The Lough Derg Pilgrim Path was newly refurbished during the summer of 2020.
The Pilgrim Path was originally created in 1997 by kind co-operation with the Heritage Council and Coillte Teoranta, the state forestry service, on lands that belong to them. In 2014 it became part of Pilgrim Paths Ireland, a network of 12 traditional pilgrim routes scattered across the island of Ireland.
After the first 2 km, it follows a pilgrim way that was used in the Middle Ages by pilgrims to St Patrick’s Purgatory, coming not only from Ireland but from as far away as Spain, Italy and Hungary.
The Pilgrim Path begins and ends at the Visitor Centre at the lakeshore at Lough Derg. There are toilet facilities in the Centre. The Path is waymarked by black recycled plastic markers, recognisable by the yellow Pilgrim Symbol, with arrows showing the direction to be taken. At various points along the Pilgrim Path there are information boards showing the whole path.
Lough Derg Pilgrim Path
Type: Loop sections
Distance: 12km (Inner Loop 7.5km)
Duration: 3 hours
Start / End Location: Visitor Centre
Amenities: Car Parking, Toilets, Seating
Co-ordinates: 54.607095 -7.858426
Grid Ref: H 091 732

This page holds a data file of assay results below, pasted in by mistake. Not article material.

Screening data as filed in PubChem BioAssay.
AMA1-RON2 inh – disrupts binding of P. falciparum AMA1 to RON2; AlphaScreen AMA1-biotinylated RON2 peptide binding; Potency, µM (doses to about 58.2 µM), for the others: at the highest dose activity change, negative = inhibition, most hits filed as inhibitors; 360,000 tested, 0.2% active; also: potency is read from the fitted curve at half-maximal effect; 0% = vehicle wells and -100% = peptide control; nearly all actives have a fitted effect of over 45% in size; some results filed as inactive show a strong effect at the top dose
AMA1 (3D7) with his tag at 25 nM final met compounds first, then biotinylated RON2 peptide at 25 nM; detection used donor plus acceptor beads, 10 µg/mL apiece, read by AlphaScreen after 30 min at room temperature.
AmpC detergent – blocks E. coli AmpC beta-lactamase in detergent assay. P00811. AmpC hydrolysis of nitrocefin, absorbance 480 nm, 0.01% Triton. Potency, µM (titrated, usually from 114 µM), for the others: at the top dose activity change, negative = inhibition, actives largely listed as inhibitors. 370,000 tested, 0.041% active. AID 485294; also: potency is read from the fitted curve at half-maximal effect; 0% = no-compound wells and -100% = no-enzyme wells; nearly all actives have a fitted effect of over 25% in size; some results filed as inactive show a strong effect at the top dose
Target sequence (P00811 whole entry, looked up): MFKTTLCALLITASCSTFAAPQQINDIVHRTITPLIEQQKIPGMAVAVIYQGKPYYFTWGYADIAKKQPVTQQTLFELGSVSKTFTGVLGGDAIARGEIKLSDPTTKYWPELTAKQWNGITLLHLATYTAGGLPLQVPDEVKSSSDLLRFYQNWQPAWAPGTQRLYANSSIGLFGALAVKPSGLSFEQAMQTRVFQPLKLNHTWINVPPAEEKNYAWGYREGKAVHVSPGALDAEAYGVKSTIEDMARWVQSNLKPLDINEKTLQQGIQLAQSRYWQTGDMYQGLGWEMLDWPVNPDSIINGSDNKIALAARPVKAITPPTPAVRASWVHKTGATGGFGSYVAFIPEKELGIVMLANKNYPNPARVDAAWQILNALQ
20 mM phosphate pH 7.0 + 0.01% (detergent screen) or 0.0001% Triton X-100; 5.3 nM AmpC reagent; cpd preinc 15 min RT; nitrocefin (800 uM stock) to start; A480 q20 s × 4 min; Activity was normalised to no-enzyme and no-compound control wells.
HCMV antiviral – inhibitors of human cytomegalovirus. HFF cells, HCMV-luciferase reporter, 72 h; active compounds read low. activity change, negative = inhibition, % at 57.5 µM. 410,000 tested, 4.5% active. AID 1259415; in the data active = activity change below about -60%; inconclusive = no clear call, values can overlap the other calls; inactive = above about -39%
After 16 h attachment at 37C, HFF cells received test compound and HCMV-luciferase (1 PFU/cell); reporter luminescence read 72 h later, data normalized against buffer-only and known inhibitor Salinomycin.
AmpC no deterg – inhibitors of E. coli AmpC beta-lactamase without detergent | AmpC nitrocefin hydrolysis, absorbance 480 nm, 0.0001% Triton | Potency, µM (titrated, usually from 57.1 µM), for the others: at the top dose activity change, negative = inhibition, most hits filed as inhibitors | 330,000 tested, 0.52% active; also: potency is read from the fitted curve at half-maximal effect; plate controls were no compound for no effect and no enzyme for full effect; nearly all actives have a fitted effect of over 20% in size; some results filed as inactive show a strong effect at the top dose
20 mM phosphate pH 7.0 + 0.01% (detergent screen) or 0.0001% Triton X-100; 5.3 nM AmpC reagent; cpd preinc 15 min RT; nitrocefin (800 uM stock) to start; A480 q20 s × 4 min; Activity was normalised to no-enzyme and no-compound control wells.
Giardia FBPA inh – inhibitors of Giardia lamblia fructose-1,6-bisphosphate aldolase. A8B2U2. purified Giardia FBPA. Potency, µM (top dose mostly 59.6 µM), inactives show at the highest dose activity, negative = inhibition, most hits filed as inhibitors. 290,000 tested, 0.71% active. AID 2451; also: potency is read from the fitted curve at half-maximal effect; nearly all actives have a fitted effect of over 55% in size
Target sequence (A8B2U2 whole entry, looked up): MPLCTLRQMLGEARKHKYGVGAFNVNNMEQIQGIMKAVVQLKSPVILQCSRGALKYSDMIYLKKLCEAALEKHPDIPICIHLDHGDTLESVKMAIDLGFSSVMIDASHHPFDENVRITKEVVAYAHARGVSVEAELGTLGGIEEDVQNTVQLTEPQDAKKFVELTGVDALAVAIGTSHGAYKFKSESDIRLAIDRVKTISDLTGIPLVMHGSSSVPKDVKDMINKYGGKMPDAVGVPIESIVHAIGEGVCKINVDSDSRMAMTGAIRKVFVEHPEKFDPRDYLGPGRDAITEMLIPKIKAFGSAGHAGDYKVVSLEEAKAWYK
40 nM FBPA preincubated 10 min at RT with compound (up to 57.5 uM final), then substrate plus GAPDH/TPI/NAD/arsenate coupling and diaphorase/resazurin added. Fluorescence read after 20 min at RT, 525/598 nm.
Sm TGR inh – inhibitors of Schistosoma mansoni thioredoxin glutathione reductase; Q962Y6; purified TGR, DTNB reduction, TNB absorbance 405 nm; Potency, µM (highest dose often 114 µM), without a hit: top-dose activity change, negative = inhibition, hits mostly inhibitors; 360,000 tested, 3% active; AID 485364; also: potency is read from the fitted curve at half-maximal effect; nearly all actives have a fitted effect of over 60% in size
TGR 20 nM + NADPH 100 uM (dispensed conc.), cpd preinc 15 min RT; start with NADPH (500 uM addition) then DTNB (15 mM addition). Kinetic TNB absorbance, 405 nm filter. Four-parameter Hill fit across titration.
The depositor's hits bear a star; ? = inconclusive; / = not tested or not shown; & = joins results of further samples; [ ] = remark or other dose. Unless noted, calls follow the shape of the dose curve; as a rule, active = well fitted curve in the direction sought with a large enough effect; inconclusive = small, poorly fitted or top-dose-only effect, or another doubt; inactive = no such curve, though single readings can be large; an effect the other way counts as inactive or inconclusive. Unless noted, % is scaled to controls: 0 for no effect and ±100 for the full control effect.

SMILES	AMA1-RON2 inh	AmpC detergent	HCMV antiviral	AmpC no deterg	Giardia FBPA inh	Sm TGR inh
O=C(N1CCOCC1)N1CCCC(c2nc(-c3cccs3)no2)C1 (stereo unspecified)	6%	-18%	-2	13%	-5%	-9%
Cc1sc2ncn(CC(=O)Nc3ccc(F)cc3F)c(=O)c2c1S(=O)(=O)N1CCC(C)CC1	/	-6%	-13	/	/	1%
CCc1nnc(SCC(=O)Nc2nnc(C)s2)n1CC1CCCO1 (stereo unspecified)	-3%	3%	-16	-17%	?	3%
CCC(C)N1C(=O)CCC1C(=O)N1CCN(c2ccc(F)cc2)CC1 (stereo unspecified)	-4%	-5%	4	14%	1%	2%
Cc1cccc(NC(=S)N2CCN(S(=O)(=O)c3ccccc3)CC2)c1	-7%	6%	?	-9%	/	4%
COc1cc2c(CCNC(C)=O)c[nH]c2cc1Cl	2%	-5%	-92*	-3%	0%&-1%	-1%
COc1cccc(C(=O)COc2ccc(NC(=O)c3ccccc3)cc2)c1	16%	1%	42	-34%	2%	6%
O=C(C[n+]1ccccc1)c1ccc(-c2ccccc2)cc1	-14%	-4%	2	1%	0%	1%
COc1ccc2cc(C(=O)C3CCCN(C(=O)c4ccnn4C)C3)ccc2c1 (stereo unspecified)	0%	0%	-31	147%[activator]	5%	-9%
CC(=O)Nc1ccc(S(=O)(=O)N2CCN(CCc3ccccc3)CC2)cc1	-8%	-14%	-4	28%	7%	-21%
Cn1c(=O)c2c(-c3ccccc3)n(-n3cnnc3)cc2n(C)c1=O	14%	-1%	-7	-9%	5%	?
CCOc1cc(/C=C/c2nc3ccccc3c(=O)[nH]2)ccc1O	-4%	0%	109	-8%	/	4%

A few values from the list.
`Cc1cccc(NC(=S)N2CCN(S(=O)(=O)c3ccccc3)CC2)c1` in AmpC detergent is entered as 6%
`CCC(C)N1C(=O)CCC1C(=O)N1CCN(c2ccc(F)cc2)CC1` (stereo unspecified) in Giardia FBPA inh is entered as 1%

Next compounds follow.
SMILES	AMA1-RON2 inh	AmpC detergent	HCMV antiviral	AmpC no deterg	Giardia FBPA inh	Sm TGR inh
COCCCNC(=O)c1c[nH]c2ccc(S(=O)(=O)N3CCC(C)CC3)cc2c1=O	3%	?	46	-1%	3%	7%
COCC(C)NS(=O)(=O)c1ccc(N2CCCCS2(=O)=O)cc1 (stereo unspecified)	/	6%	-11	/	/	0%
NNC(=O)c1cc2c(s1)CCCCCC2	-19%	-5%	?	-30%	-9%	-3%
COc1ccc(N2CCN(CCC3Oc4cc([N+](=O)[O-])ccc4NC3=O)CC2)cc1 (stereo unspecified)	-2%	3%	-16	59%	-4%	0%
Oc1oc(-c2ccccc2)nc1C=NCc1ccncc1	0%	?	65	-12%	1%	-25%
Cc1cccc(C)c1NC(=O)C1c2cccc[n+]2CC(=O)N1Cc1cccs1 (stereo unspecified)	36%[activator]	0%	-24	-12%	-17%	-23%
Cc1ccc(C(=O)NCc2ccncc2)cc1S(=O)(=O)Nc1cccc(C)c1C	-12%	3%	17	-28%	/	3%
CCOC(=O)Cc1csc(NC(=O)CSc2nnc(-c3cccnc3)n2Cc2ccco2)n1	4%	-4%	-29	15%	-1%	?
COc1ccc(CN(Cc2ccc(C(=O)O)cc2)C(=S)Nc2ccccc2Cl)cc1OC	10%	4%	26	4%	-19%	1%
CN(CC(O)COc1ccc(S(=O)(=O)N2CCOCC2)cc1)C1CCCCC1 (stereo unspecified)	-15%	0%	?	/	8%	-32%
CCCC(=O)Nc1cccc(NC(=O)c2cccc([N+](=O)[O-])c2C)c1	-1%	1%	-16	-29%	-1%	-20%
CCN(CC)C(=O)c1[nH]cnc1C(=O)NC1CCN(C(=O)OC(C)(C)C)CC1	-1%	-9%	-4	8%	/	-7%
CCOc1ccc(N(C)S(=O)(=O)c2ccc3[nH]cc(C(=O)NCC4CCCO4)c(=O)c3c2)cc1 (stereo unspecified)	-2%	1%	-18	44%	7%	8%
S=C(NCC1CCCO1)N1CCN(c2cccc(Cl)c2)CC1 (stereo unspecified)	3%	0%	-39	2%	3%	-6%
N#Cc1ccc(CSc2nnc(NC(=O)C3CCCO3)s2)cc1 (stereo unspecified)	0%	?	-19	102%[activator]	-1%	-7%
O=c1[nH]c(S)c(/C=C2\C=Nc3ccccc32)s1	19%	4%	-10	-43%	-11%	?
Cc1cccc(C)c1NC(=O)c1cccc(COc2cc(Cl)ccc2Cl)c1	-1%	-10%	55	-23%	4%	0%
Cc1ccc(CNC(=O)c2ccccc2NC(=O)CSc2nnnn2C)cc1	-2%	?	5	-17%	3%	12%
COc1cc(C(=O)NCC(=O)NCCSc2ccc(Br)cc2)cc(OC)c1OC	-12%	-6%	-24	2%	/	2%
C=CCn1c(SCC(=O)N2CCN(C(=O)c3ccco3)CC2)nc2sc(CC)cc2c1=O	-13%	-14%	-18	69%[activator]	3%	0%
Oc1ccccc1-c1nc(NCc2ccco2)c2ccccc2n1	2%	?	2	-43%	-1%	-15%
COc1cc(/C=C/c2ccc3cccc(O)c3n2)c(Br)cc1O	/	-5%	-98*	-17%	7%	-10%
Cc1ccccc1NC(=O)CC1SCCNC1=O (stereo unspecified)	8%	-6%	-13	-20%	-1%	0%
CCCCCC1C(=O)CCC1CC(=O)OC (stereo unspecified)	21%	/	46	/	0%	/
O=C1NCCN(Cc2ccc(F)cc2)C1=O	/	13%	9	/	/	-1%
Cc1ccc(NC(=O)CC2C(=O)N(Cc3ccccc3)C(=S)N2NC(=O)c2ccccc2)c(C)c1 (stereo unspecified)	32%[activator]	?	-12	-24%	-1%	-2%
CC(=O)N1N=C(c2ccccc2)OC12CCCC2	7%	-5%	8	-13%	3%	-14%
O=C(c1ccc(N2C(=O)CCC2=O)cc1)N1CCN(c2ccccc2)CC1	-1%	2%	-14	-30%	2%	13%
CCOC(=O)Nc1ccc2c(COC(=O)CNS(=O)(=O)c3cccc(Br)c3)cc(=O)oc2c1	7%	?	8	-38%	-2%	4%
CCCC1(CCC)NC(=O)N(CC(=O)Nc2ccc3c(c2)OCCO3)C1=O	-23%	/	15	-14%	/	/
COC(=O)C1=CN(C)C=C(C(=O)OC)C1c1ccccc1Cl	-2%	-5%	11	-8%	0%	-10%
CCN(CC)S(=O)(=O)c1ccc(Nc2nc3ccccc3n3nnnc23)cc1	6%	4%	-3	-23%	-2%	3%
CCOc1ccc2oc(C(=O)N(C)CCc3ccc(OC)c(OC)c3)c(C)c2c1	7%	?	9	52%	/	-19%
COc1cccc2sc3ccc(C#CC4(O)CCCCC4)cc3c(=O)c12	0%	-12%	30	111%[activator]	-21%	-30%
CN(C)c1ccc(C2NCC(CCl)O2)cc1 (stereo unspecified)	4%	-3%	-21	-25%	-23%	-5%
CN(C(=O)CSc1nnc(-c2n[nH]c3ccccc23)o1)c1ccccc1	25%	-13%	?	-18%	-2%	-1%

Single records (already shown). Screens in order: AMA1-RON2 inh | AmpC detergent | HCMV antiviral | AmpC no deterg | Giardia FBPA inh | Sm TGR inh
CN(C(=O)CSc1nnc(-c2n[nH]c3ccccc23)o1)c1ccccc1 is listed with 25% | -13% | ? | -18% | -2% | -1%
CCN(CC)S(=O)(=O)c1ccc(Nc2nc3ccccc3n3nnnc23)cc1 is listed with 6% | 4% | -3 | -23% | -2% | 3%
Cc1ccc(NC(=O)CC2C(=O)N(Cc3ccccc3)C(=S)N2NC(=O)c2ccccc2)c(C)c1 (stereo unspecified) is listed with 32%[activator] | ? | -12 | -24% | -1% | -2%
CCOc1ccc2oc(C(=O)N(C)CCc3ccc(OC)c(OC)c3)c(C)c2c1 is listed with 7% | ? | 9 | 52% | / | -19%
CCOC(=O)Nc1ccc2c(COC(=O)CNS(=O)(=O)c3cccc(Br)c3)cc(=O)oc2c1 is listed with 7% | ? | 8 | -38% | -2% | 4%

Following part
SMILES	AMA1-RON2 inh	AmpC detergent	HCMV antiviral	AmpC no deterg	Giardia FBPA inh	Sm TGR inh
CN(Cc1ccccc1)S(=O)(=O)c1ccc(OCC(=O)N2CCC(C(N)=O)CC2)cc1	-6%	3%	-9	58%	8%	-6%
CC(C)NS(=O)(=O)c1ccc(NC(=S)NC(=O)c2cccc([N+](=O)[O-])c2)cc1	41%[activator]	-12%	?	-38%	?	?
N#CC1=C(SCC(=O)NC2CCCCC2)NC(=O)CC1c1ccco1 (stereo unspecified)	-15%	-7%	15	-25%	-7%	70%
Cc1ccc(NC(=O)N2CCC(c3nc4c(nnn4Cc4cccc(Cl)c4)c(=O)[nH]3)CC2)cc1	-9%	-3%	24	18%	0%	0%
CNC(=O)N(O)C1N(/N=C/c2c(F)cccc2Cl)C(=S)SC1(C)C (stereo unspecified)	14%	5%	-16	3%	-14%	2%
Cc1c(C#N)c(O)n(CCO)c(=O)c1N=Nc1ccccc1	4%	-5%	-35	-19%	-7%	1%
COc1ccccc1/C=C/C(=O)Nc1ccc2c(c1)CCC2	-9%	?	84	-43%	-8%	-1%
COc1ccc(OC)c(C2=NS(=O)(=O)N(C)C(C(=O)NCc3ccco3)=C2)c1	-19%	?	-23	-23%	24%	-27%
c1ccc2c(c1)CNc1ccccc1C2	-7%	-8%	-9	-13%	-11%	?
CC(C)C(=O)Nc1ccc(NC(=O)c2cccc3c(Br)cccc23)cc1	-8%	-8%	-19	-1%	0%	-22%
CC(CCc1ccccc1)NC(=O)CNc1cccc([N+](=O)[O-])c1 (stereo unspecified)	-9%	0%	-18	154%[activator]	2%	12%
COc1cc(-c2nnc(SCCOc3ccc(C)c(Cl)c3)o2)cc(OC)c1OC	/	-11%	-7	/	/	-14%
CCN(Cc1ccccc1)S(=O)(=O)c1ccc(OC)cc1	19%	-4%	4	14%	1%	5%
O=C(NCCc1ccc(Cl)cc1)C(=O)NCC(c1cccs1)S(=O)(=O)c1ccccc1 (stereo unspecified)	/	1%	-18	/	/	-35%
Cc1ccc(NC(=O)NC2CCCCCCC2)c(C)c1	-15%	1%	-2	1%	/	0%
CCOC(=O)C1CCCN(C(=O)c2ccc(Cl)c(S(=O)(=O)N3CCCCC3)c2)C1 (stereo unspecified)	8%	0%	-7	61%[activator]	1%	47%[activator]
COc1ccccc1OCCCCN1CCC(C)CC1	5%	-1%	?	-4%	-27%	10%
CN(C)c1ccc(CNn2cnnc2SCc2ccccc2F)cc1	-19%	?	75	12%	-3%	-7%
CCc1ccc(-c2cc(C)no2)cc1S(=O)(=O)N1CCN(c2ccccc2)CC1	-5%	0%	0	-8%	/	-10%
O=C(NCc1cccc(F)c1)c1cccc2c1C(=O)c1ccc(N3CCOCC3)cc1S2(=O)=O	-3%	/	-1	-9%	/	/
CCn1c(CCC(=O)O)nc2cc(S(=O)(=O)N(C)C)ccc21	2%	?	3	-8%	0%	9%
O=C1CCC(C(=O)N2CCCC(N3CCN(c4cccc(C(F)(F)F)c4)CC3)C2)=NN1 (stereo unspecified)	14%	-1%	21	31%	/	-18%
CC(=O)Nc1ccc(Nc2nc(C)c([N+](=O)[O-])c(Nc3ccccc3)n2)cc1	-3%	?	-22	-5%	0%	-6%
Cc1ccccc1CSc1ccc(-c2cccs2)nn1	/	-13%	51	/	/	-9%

OSI Maps: Discovery Series Sheet 11
- The Path is designed for pilgrims on foot.
- It cannot offer wheelchair access.
- Keep children closely supervised, particularly near the water.
- It is unsuitable for children’s buggies / pushchairs.
- Keep dogs under close control and on a lead at all times.
- Respect all wildlife, plants and trees.
- Take all litter home.
- Leave gates as you find them.
The Path follows a quiet forest route and poses few dangers. However pilgrims should remember that Irish weather is changeable and to bring warm clothes and wind-proof/rain-proof clothing. Walking boots are not needed, but stout shoes are necessary for comfort on muddy or rough paths.
During 2020 the work included upgrading the path surface in places where it had deteriorated, the provision of six information boards to enhance the walkers’ appreciation of some of the histroical background and of particular features along the way, positioining several refurbished seats from the Island at appropriate points on the route.
There are now six display boards which bring to life the story of the Pilgrim Path and its natural surroundings.
There are many echoes of our Christian past along the way in this diverse habitat. The lake, its islands and the shoreline, which the path follows for a considerable section of the pilgrim path, are within the designated Special Protection Area (SPA) for bird life and National Heritage Area (NHA).
The walk offers stunning views of Station Island from a number of vantage points. One of these points is also a distinctive highlight for walkers; St Davog’s Seat. From St Davog’s Seat facing southward, the view extends as far as Lough Erne. Turning and looking northward no better viewpoint can be found for a comprehensive survey of Lough Derg, the sanctuary and all its surroundings.